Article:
Lesson in faith
Ill woman's family says, 'God has a plan'By PAUL FEELY
New Hampshire Union Leader June 07. 2013 8:46PM
MANCHESTER — Watching her niece battle a rare form of cancer, Brenda Garcia doesn't ask why the mother of two has to go through a fight for her young life.
"God has a plan," said Garcia. "He always does. I think this was to help show the community how to come together. Sometimes we forget how to help each other."
Garcia said her niece, Amanda Beauchamp, 25, came down with what she thought was a bad case of pneumonia earlier this year. She took medication, rested, but just couldn't shake the illness.
"That's when she went back in, and they looked at her again," said Garcia. "We never thought it was cancer."
Beauchamp was diagnosed with neuroendocrine cancer, currently considered incurable.
"It started with a tumor a lung, and now she has only one lung that is functioning," said Garcia. "Every day is a struggle for her."
Garcia said Beauchamp — niece of city school board member Roger Beauchamp — has begun an aggressive form of chemotherapy, in the hopes of shrinking her tumor.
"It will hopefully improve her quality of life, but it wipes her out," said Garcia. "There's not a lot of news out there of anyone living with this beyond five years after you're diagnosed."
The young mother of two — she has a son Devine, 2, and daughter Imani, 1 — suddenly went from making plans to marking time, as those around her began to think about her children's futures.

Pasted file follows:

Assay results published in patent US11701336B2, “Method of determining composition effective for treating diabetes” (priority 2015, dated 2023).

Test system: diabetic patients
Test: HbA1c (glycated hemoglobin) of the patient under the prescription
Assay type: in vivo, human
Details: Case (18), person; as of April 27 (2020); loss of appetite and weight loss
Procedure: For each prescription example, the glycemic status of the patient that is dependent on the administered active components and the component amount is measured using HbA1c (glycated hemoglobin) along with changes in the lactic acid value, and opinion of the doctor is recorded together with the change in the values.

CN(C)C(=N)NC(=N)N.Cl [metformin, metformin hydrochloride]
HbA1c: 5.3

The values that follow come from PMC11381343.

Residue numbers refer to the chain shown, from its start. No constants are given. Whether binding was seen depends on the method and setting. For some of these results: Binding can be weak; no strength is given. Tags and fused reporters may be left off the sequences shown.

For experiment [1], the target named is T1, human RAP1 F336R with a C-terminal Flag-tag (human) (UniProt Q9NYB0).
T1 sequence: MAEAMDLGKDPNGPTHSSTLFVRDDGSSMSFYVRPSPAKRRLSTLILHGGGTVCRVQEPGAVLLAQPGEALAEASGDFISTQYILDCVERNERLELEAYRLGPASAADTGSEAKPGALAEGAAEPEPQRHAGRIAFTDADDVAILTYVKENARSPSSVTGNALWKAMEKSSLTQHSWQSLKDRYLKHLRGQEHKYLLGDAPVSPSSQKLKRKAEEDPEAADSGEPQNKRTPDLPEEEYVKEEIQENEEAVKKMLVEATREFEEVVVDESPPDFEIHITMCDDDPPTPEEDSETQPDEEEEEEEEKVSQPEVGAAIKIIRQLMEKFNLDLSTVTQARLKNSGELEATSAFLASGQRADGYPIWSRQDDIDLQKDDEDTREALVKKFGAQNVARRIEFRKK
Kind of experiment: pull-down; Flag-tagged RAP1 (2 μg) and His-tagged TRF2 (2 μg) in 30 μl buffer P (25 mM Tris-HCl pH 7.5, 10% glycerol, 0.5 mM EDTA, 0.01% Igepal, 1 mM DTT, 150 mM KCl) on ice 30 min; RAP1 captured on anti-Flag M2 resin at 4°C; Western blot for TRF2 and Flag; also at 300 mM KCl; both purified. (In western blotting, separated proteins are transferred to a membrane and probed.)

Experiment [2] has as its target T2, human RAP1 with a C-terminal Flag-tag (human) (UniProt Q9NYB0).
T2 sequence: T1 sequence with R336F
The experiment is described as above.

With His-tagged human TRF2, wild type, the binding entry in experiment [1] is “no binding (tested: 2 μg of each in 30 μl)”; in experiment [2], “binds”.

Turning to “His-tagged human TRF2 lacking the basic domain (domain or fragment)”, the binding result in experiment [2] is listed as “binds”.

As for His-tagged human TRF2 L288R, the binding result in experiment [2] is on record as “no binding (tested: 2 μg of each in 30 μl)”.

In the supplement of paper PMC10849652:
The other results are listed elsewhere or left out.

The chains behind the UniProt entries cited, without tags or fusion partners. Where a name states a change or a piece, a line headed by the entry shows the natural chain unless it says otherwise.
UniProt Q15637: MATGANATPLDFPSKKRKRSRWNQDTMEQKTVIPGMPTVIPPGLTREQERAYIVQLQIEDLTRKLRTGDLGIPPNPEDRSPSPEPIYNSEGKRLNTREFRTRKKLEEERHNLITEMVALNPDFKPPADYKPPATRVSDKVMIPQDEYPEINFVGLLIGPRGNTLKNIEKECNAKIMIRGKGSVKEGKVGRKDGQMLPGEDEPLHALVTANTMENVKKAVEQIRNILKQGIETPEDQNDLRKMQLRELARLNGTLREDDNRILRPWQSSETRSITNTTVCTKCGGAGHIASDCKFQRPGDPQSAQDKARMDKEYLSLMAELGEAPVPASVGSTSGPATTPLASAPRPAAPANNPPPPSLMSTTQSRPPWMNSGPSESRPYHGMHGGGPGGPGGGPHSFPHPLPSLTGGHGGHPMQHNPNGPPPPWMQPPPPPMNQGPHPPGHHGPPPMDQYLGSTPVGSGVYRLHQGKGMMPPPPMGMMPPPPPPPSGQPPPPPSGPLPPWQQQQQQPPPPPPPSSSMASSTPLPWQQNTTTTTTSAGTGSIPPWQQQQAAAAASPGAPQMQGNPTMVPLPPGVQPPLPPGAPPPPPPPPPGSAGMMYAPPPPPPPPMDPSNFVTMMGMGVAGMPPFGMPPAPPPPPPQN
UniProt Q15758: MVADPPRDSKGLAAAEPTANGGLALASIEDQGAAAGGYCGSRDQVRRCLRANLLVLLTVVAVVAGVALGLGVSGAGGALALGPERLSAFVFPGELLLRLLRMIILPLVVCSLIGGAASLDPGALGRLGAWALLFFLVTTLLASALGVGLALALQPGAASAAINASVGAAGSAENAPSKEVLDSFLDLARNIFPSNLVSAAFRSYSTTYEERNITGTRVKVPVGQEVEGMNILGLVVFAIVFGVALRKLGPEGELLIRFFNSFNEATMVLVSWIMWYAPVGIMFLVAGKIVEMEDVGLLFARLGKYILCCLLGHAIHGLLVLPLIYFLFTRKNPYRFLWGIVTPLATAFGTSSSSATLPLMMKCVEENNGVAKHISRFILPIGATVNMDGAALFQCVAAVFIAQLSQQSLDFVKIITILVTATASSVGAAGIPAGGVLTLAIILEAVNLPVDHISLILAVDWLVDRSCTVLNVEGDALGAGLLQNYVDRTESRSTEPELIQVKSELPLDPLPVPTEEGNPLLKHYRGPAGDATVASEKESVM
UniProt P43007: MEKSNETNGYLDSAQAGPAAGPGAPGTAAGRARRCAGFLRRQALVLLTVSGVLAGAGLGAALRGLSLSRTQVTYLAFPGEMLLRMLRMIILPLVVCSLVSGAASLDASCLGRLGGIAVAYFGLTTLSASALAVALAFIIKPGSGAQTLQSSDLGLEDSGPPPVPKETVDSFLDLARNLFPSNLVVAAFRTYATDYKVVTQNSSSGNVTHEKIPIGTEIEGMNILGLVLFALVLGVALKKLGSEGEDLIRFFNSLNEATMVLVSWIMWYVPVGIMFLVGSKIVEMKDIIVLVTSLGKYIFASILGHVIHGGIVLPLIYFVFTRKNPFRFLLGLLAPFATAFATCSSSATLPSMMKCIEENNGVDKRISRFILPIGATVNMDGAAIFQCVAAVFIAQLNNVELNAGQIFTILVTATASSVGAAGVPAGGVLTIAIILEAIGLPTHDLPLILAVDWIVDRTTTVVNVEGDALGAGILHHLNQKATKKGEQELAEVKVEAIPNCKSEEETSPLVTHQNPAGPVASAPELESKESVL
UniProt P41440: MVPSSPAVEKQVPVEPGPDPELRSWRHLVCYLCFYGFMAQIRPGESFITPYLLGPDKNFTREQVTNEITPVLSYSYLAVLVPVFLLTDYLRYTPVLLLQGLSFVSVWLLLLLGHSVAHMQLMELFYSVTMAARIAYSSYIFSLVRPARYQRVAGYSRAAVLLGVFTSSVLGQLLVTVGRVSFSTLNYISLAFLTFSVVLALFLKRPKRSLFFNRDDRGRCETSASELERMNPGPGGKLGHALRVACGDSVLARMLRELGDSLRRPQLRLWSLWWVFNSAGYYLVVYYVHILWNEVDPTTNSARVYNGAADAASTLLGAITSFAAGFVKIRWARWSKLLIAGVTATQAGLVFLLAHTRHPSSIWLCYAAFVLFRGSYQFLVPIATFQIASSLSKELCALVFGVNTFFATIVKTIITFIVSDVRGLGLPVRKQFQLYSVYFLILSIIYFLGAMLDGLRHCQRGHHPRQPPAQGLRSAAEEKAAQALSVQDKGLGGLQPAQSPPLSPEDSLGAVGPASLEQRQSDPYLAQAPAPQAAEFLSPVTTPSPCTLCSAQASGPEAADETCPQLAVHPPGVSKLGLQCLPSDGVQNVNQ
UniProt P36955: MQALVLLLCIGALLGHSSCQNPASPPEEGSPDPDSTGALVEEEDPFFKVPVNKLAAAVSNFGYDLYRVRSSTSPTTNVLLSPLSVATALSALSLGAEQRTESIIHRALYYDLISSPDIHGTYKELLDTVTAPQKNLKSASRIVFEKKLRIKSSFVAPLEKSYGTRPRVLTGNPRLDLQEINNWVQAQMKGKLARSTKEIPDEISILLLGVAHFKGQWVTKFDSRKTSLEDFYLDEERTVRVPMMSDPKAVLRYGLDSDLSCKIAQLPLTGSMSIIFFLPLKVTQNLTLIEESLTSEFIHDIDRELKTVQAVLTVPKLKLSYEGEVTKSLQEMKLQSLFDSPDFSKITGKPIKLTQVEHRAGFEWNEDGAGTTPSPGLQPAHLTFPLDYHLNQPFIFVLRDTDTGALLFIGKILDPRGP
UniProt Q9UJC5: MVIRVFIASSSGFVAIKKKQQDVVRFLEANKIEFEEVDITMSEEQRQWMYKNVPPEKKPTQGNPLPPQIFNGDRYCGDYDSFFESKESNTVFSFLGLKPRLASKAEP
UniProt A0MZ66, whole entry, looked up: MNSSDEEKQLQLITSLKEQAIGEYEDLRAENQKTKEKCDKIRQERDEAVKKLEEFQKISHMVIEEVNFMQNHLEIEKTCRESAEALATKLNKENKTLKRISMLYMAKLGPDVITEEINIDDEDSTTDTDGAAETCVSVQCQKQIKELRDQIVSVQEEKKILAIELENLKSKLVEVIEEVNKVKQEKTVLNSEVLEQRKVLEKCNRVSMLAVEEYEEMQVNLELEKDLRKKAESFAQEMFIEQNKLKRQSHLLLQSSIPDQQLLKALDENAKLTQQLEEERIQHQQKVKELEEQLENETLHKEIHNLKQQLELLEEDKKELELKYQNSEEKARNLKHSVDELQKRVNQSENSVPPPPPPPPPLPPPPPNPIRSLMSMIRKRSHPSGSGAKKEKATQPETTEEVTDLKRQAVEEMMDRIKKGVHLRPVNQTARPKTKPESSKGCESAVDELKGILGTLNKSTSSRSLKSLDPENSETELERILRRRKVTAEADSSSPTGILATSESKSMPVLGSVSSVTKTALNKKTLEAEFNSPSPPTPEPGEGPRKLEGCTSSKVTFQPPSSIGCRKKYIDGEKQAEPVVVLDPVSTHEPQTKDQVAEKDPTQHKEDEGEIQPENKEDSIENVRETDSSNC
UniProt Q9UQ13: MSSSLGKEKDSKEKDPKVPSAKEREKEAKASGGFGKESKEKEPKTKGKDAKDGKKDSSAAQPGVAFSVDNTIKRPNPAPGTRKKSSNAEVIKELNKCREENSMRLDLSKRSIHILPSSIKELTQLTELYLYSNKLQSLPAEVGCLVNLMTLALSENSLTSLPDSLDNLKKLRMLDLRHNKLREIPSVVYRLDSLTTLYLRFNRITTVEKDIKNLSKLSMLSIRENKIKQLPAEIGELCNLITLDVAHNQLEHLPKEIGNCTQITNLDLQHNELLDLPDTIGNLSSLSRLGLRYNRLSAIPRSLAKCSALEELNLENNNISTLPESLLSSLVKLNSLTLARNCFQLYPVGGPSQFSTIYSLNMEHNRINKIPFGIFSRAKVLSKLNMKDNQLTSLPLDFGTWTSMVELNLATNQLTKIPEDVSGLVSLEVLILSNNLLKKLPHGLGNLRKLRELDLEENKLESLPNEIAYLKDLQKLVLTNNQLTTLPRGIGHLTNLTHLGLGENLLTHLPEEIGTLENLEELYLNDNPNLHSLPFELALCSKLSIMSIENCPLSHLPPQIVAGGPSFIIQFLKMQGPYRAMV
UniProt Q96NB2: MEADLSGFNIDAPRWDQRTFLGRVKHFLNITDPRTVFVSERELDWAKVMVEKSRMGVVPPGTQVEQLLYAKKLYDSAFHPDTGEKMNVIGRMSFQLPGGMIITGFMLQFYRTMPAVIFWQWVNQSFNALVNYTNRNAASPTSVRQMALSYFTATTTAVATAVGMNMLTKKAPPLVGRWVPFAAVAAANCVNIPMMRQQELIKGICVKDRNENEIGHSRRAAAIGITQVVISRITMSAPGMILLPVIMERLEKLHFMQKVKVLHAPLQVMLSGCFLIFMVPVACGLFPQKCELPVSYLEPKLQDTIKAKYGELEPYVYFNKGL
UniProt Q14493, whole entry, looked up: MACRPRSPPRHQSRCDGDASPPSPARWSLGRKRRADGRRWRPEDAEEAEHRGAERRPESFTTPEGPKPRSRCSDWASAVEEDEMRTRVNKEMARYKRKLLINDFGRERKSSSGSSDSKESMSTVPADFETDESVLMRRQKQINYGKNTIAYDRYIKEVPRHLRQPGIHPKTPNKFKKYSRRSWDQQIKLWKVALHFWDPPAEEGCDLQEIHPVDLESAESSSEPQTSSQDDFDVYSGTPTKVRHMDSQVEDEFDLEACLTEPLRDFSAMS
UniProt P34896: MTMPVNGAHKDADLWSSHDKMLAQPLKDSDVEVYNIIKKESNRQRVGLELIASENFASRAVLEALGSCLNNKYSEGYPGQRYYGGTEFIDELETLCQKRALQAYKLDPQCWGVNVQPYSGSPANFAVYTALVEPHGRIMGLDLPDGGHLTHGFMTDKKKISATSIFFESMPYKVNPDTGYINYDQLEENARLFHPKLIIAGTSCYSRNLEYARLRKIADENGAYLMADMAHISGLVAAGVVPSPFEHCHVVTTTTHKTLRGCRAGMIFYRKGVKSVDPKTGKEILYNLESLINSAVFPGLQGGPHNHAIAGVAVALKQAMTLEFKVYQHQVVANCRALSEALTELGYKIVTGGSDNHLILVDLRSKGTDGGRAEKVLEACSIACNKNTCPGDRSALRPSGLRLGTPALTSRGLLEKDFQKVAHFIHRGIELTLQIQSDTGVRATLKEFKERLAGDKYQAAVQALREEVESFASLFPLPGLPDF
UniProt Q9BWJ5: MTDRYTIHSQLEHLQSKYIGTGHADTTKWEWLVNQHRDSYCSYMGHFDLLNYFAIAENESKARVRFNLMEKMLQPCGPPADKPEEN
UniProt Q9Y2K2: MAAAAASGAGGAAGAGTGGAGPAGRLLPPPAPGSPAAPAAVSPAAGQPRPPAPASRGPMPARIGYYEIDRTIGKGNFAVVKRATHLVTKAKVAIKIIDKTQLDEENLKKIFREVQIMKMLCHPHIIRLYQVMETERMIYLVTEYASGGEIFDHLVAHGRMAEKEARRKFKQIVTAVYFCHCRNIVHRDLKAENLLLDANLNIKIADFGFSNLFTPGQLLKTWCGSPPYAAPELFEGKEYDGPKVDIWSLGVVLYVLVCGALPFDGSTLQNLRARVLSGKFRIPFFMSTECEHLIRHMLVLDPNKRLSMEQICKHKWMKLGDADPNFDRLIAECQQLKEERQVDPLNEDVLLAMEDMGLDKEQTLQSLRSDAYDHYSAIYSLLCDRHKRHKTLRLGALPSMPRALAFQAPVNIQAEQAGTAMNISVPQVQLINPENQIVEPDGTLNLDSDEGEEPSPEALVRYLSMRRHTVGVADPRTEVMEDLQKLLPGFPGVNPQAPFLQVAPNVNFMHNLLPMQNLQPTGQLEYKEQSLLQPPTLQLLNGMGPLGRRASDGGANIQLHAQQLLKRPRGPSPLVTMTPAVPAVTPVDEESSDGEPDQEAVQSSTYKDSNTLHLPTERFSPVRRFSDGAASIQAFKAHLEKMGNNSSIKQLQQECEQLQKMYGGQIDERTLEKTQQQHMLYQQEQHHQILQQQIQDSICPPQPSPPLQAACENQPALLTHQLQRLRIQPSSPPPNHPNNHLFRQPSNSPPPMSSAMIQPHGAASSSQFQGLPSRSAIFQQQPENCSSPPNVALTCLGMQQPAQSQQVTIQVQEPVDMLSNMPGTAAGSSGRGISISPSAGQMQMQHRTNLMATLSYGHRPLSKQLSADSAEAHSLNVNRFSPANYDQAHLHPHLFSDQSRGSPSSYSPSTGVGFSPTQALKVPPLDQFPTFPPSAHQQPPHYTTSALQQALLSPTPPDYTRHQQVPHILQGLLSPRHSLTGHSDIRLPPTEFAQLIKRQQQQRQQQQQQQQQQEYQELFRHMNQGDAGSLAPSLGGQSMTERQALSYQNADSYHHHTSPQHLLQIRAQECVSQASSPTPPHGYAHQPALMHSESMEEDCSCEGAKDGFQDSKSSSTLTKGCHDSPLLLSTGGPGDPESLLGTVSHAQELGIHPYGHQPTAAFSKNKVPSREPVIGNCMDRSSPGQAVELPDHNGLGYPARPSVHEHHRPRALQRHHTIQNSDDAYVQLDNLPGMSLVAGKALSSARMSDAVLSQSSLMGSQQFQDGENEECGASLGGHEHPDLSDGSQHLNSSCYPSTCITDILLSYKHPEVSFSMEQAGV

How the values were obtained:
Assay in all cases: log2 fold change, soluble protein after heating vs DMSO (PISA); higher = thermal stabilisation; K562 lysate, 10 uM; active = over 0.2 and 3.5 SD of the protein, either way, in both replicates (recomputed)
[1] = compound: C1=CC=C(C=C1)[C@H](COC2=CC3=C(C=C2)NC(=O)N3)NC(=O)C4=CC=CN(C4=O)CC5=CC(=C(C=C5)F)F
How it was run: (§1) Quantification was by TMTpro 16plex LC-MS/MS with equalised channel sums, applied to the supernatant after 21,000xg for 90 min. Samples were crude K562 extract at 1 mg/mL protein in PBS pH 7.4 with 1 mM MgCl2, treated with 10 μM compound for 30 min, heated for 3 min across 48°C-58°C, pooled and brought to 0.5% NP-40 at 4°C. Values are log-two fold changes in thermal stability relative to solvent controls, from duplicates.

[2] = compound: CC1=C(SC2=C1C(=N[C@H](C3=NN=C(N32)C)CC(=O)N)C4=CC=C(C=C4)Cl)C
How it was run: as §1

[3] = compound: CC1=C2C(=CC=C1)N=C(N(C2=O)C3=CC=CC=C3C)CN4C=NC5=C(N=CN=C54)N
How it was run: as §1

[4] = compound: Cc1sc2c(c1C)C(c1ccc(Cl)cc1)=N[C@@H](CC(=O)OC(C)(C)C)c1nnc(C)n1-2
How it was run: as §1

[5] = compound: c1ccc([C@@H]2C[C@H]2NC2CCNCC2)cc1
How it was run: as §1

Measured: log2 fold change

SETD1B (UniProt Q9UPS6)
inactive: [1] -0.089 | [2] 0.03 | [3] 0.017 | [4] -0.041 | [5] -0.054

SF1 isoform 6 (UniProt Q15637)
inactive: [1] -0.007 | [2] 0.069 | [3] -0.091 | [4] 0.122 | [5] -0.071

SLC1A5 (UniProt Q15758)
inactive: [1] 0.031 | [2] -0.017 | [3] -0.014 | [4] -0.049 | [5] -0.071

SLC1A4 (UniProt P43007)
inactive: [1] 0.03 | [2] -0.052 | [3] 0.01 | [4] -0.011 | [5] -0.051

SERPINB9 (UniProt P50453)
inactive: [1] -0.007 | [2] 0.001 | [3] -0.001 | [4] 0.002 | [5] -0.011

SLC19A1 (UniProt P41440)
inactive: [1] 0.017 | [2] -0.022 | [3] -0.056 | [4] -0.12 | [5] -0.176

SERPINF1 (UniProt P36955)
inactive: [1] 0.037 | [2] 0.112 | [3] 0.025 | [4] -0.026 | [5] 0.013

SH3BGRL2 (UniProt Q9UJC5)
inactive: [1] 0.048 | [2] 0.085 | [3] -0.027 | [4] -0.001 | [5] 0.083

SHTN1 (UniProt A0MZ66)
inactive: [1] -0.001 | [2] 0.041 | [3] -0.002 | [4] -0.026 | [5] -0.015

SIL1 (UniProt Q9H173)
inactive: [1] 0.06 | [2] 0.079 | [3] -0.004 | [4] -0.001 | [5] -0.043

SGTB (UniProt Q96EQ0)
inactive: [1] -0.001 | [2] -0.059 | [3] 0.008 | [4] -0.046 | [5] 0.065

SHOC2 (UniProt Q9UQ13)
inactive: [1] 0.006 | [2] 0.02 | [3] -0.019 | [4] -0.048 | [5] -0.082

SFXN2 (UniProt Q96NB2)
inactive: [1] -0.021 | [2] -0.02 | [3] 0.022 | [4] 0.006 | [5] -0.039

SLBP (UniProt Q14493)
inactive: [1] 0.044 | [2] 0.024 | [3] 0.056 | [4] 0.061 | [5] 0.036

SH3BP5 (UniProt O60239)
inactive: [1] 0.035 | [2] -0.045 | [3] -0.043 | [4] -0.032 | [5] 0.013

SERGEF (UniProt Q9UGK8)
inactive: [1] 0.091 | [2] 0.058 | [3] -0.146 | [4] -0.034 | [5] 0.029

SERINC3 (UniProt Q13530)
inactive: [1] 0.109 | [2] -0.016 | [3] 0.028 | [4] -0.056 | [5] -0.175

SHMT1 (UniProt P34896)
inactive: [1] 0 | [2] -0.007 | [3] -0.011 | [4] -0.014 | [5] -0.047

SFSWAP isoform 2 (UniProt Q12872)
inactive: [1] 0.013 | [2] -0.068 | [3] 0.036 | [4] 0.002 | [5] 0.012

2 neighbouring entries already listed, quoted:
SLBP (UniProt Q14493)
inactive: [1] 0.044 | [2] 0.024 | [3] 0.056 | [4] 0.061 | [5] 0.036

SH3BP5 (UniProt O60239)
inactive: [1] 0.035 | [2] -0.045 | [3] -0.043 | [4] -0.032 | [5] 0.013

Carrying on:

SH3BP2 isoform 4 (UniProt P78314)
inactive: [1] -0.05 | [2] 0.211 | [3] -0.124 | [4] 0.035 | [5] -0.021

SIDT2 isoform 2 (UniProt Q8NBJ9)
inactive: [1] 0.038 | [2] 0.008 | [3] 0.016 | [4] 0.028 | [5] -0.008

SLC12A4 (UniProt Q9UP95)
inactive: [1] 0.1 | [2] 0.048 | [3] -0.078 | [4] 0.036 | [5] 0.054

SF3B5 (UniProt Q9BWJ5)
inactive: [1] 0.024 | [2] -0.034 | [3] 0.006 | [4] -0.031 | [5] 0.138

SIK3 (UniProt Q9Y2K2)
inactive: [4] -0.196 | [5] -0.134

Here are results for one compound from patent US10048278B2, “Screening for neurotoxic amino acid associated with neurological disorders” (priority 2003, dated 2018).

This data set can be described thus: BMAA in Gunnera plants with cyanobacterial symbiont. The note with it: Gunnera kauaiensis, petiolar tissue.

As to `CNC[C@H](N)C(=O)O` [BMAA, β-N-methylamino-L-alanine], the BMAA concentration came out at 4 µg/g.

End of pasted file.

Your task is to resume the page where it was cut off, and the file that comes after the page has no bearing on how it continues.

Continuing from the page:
"She is such a great mom," said Garcia. "For a little girl who wasn't sure she wanted to have kids, she has grown into a wonderful and loving mother. God has a reason for everything, and I think the reason he gave her these children right after each other is so she could experience the joy they bring. She loves sitting outside and watching them play."
Garcia, a lifelong Manchester resident who works at Catholic Medical Center, said her family of eight brothers and sisters are ready to help take care of Amanda's kids in the coming years, and have organized fundraisers to help pay for medical costs as well as the children's future needs. A spaghetti dinner was held this week, which Garcia said was a big success.
"The turnout was great," said Garcia. "There were so many people there. Everyone comes together to help with something like this. Amanda worked at a Dunkin' Donuts, and the company donated $11,000. They were so generous."
Garcia said many area restaurants and stores helped with the dinner, which was held at the St. Raphael Church cafeteria on Walker Street in Manchester. She said the total raised at the event had yet to be determined.
The Growing Years Early Childhood Center, which both of Amanda's children attend, is accepting donations on behalf of the family. Those wishing to help with donations can do so by making a check payable to The Ross Children's Fund, c/o The Growing Years at 130 Harvell Street, Manchester, NH 03102. Donations to the fund can also be dropped off at any St. Mary's Bank location in the city.